Between January of 1998 and April of 1999, fifteen
professionals from across the U.S., as well as from Canada and the U.K., came
together to form the second class of the Innovation University Best Practices
Fellowship. During five sessions,
each in a different city, we visited or heard presentations from roughly 20 of
the most innovative organizations in the world.
This extraordinary opportunity to visit organizations such as Dell
Computer, GSD&M, Nortel, Manco, Roberts Express, and Cirque du Soleil
provided us with a wide variety of tremendous learning experiences.
In this article, I will briefly outline some key lessons the Innovation
University Fellows took away from the program.
Perhaps the most striking lesson we learned was just how
much these disparate organizations had in common. Virtually every one of the organizations we visited displayed
nine shared characteristics:
Strong, clearly expressed SHARED VALUES
An appreciation of/for the WHOLE INDIVIDUAL and everything s/he can bring
to the organization
Cultures that encourage OPENNESS and PLAYFULNESS
CELEBRATE SUCCESSES constantly
A strong, clearly communicated sense of HISTORY
Intense CUSTOMER FOCUS
Clear focus on TRENDS, even those that do not seem to directly effect
The first common thread among the organizations we
experienced was shared values. In
every case, the organization went to great lengths to constantly express,
reinforce , and build these values into its culture.
In every case, it was clear that members of the organization made real
efforts to live those values – they were not simply a plaque on a wall.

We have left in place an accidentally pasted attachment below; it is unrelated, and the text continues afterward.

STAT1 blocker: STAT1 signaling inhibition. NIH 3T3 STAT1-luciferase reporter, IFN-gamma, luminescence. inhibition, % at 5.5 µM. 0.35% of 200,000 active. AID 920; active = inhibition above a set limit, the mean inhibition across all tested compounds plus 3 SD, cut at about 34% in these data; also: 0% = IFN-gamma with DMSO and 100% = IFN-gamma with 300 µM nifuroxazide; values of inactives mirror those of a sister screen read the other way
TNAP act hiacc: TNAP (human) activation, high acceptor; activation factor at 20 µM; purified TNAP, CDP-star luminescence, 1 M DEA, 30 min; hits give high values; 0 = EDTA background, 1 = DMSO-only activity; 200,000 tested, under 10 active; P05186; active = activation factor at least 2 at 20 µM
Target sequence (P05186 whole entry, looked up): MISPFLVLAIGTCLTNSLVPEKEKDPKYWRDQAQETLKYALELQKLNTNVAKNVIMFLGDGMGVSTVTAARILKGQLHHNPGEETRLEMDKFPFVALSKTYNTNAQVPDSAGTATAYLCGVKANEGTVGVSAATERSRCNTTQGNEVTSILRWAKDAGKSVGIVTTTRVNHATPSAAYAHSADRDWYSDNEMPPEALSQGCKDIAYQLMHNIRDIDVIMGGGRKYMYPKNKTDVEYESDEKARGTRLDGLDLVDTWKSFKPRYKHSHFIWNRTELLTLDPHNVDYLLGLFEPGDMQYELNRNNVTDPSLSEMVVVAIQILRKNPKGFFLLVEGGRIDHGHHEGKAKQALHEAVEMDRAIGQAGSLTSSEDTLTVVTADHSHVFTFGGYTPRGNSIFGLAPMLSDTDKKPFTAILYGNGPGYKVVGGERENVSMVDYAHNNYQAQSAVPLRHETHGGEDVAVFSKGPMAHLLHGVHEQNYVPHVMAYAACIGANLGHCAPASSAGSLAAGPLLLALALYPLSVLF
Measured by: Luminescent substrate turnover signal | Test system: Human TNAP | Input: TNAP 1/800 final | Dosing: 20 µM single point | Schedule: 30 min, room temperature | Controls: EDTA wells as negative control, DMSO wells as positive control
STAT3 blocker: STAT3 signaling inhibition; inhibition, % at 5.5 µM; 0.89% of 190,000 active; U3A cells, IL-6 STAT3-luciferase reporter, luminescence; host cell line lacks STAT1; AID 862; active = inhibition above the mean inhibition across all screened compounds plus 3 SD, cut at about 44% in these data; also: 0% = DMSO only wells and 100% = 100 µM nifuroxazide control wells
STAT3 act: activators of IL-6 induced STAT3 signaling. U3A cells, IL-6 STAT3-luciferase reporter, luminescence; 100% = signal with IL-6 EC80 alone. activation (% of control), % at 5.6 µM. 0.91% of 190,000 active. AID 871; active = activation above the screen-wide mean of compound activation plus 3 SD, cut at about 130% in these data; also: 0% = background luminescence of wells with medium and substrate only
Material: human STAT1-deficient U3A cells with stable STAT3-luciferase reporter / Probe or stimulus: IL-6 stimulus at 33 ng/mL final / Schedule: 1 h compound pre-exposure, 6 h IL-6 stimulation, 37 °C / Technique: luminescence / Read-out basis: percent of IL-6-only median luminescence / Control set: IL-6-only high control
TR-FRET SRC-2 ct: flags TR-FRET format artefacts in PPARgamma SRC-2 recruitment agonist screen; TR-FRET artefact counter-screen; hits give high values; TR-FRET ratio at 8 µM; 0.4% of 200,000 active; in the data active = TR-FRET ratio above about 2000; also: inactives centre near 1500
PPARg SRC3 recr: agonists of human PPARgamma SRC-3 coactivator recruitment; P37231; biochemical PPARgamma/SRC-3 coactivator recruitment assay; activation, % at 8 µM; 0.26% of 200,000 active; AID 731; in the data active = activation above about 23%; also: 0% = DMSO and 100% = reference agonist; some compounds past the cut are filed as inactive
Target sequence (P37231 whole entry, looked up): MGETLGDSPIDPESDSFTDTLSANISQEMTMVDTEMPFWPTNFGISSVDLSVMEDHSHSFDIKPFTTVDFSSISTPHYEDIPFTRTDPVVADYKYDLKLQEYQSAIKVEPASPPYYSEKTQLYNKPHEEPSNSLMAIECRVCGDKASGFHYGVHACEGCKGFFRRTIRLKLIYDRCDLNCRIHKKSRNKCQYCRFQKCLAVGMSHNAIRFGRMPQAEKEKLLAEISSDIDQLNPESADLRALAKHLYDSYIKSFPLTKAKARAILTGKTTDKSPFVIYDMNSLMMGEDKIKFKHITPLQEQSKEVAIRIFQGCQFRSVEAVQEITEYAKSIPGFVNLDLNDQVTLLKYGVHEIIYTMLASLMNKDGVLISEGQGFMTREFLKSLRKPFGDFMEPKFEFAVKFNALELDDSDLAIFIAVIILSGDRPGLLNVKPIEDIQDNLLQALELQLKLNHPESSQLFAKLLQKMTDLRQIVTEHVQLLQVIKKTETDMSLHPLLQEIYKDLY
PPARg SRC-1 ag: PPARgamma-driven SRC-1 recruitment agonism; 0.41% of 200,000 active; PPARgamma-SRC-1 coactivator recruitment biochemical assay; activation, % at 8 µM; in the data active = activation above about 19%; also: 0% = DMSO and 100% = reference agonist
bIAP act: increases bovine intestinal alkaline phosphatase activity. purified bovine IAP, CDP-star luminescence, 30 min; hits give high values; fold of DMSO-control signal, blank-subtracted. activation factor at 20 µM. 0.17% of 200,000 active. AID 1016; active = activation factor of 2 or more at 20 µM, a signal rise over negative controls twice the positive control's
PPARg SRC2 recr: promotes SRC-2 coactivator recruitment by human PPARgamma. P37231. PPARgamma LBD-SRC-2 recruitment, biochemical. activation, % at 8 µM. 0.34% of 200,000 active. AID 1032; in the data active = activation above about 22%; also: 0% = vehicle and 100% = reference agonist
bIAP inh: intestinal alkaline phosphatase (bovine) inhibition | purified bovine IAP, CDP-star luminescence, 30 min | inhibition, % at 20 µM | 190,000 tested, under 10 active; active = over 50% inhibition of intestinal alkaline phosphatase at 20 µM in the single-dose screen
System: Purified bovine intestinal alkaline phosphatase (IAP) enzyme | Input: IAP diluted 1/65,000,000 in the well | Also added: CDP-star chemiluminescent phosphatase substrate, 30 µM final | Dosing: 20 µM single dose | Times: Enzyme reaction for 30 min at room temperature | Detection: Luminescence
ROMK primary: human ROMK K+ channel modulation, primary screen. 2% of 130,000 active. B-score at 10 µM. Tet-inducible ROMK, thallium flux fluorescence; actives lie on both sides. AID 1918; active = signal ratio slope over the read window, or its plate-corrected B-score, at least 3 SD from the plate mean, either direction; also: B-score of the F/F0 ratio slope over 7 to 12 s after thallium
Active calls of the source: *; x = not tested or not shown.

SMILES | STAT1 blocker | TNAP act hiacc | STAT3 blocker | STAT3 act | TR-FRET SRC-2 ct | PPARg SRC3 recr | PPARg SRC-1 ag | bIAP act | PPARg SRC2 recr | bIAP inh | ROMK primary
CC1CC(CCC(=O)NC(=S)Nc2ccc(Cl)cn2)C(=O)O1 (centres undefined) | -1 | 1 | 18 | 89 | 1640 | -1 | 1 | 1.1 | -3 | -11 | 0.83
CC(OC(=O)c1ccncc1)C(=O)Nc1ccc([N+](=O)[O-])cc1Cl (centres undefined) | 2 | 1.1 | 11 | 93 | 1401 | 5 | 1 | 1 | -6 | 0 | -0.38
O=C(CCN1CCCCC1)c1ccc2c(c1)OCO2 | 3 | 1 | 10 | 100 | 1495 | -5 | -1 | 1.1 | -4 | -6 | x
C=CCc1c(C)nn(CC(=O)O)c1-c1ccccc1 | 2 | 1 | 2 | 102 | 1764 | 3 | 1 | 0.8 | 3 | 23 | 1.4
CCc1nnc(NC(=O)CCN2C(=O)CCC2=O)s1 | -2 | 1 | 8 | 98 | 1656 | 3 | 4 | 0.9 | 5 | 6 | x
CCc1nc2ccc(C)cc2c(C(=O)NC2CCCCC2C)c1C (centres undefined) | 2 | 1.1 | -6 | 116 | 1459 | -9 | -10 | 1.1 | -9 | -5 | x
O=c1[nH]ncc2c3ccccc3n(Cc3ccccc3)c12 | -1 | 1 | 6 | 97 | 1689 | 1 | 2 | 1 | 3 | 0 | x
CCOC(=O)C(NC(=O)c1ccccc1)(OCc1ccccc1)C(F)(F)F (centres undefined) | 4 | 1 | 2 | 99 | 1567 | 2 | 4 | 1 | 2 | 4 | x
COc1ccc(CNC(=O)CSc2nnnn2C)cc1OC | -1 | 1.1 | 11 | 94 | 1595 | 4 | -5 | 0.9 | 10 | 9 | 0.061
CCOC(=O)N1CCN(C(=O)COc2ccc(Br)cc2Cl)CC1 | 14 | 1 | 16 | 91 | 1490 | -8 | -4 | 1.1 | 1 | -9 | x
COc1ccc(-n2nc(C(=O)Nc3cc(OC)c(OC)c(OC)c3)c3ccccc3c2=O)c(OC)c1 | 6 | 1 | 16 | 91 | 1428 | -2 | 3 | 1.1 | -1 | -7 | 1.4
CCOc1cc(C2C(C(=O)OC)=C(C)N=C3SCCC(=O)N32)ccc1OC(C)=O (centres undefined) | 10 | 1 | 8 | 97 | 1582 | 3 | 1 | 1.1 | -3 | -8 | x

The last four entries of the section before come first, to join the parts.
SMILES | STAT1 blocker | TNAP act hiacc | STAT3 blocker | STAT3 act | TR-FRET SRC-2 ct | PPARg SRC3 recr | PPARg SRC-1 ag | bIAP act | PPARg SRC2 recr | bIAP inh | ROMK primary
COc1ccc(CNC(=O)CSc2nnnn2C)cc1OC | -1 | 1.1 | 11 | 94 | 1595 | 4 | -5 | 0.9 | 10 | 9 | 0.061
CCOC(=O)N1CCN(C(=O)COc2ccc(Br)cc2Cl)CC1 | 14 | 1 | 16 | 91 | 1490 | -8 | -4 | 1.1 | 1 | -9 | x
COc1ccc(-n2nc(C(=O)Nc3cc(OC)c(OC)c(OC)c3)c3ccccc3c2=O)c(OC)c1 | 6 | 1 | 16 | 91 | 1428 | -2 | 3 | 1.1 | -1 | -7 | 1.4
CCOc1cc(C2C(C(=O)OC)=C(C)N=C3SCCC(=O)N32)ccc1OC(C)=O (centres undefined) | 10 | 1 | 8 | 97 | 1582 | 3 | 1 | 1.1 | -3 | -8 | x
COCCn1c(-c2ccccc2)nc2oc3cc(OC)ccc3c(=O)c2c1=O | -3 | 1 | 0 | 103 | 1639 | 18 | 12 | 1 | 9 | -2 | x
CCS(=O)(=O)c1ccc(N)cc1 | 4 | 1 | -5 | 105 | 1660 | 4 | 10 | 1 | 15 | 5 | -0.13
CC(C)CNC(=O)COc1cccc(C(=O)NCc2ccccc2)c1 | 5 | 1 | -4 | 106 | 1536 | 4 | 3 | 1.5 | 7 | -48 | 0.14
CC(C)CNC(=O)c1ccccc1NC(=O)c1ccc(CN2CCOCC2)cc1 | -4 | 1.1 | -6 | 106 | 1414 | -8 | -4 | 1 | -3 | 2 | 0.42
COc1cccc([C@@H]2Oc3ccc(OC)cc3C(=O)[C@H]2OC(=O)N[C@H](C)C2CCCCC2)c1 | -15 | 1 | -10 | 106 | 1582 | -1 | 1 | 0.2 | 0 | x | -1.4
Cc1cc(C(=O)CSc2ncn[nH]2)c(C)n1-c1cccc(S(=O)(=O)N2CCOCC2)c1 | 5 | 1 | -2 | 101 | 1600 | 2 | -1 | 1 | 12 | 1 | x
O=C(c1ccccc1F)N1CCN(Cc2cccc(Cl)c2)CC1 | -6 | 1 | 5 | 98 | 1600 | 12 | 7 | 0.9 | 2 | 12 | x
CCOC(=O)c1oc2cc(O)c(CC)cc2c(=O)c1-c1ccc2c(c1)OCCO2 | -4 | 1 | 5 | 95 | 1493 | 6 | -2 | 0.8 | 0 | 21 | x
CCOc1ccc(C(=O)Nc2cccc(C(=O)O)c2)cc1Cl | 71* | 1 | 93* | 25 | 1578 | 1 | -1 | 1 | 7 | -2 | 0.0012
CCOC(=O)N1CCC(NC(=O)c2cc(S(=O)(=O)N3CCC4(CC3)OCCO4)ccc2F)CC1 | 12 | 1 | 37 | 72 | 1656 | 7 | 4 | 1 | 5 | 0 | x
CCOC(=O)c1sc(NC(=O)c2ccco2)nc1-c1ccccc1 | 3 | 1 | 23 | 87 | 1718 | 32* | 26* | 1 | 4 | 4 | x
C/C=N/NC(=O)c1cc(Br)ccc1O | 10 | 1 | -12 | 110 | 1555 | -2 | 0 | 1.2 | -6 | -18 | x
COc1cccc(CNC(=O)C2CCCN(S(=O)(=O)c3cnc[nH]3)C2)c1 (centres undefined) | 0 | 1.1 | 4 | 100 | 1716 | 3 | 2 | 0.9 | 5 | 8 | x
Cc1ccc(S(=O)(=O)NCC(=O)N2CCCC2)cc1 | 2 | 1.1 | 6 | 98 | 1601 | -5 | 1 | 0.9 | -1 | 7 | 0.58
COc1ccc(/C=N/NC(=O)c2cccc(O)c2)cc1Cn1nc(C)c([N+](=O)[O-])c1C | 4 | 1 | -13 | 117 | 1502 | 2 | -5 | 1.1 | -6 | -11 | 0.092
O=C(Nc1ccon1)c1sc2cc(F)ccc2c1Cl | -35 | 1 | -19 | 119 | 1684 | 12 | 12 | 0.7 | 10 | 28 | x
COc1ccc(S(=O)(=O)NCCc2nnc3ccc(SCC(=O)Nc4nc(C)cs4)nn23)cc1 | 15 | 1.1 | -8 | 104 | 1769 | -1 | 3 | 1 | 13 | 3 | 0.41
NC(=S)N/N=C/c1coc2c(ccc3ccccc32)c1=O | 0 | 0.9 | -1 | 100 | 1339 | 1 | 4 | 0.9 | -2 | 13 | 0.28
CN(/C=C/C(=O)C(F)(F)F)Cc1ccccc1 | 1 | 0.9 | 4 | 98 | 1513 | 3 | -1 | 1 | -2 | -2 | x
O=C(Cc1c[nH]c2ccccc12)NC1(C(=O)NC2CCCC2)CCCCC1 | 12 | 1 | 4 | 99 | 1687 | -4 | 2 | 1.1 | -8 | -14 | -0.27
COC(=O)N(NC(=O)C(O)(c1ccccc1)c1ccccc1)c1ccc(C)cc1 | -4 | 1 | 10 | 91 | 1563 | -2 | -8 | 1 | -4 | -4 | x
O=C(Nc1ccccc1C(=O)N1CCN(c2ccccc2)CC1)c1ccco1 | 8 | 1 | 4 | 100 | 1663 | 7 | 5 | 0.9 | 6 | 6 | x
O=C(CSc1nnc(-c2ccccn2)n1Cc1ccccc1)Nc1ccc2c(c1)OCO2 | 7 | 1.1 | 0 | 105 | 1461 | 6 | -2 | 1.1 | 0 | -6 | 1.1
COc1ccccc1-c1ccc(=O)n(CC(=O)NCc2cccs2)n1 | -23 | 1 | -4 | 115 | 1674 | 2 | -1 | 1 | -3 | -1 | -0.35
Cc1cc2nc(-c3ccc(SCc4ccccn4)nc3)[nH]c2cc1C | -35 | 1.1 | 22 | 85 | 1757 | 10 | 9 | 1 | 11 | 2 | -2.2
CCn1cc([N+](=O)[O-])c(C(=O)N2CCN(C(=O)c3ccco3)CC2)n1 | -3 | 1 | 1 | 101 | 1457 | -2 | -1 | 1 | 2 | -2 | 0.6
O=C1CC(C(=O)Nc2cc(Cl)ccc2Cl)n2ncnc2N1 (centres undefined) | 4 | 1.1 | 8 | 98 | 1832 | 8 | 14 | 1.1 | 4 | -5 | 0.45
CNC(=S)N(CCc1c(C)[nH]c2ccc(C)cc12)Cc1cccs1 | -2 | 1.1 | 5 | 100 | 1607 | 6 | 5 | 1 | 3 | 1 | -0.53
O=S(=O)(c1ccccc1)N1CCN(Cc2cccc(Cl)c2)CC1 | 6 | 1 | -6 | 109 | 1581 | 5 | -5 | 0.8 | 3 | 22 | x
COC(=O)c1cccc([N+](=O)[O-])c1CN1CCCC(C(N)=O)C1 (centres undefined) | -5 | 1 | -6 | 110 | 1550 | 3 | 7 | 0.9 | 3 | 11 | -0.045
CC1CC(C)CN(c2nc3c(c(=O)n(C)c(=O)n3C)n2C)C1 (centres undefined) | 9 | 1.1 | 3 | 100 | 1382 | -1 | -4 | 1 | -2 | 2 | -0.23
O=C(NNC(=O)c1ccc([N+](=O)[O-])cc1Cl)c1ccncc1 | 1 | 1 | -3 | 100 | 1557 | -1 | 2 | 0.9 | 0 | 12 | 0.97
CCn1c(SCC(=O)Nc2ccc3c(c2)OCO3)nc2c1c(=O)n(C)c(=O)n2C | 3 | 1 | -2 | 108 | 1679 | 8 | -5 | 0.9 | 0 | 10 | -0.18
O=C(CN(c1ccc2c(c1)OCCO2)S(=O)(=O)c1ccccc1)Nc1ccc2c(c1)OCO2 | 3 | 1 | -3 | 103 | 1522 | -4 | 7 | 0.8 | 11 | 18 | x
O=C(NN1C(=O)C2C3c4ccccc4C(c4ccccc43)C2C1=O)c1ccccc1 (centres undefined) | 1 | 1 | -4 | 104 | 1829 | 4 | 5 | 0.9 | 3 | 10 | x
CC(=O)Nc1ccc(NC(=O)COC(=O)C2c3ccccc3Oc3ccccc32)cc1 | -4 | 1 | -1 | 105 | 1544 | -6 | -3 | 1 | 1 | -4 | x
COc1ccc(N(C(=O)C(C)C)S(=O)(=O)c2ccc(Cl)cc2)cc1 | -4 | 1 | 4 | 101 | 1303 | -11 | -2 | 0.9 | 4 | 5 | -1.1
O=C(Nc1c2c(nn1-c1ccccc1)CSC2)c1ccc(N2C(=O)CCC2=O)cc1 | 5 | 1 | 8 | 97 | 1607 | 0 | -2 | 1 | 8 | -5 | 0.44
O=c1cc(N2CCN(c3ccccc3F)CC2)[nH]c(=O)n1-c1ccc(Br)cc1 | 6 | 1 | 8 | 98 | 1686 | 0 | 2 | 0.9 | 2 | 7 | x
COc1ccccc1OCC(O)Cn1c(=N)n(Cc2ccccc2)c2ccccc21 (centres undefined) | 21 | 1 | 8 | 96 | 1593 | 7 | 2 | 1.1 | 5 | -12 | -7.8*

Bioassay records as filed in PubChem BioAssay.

GSD&M, an advertising agency in Austin, provided the best example of
this. After going through an
extensive values clarification process, they literally carved their core values
in stone in the floor of the rotunda of their new offices.
Appreciate the Whole Individual
Every organization we visited demonstrated a clear
understanding of the value each person brings to that organization and went to
great lengths to encourage people to incorporate things from their
“personal” lives into the professional setting.
American Greetings encourages its workers to decorate their cubicles with
personal artwork, whether it is directly related to work projects or not.
New designs and art concepts have frequently resulted.
At the Smithsonian Institution’s Central Exhibit Design Facility, we
were shown several examples of new techniques for construction of exhibits and
displays that were adapted from extracurricular projects that employees were
involved in. Manco told us about
several new adhesive tape ideas that originated from their employees’ hobbies.
Encourage Openness and Playfulness
Many of the organizations we saw practice open book
management. All go to great lengths
to encourage communication throughout all levels of the organization.
Most recognize the value of random meetings and interactions and have
designed their facilities to encourage such activities.
eLab (now part of Sapient) here in Chicago included a “Napatorium”, a
“Leave-Me-Alone Room”, and a room where each project was displayed for
feedback from other teams and individuals in its offices.
GSD&M designed its facility with numerous small meeting areas
throughout, each with a unique, fun, playful décor, intended to facilitate
random conversations. Manco
(located in Cleveland) has regular events with fun, often family oriented
themes, including a tradition of the company president swimming across an
outdoor pond every January if the company meets or exceeds its financial
targets. Many of the facilities we
toured incorporated colorful, whimsical décor.
Again, a practice common to every organization we saw.
Both GSD&M and Cirque du Soleil have prominent displays of awards
throughout their building and GSD&M has a “brag board” at the main
entrance. Roberts Express has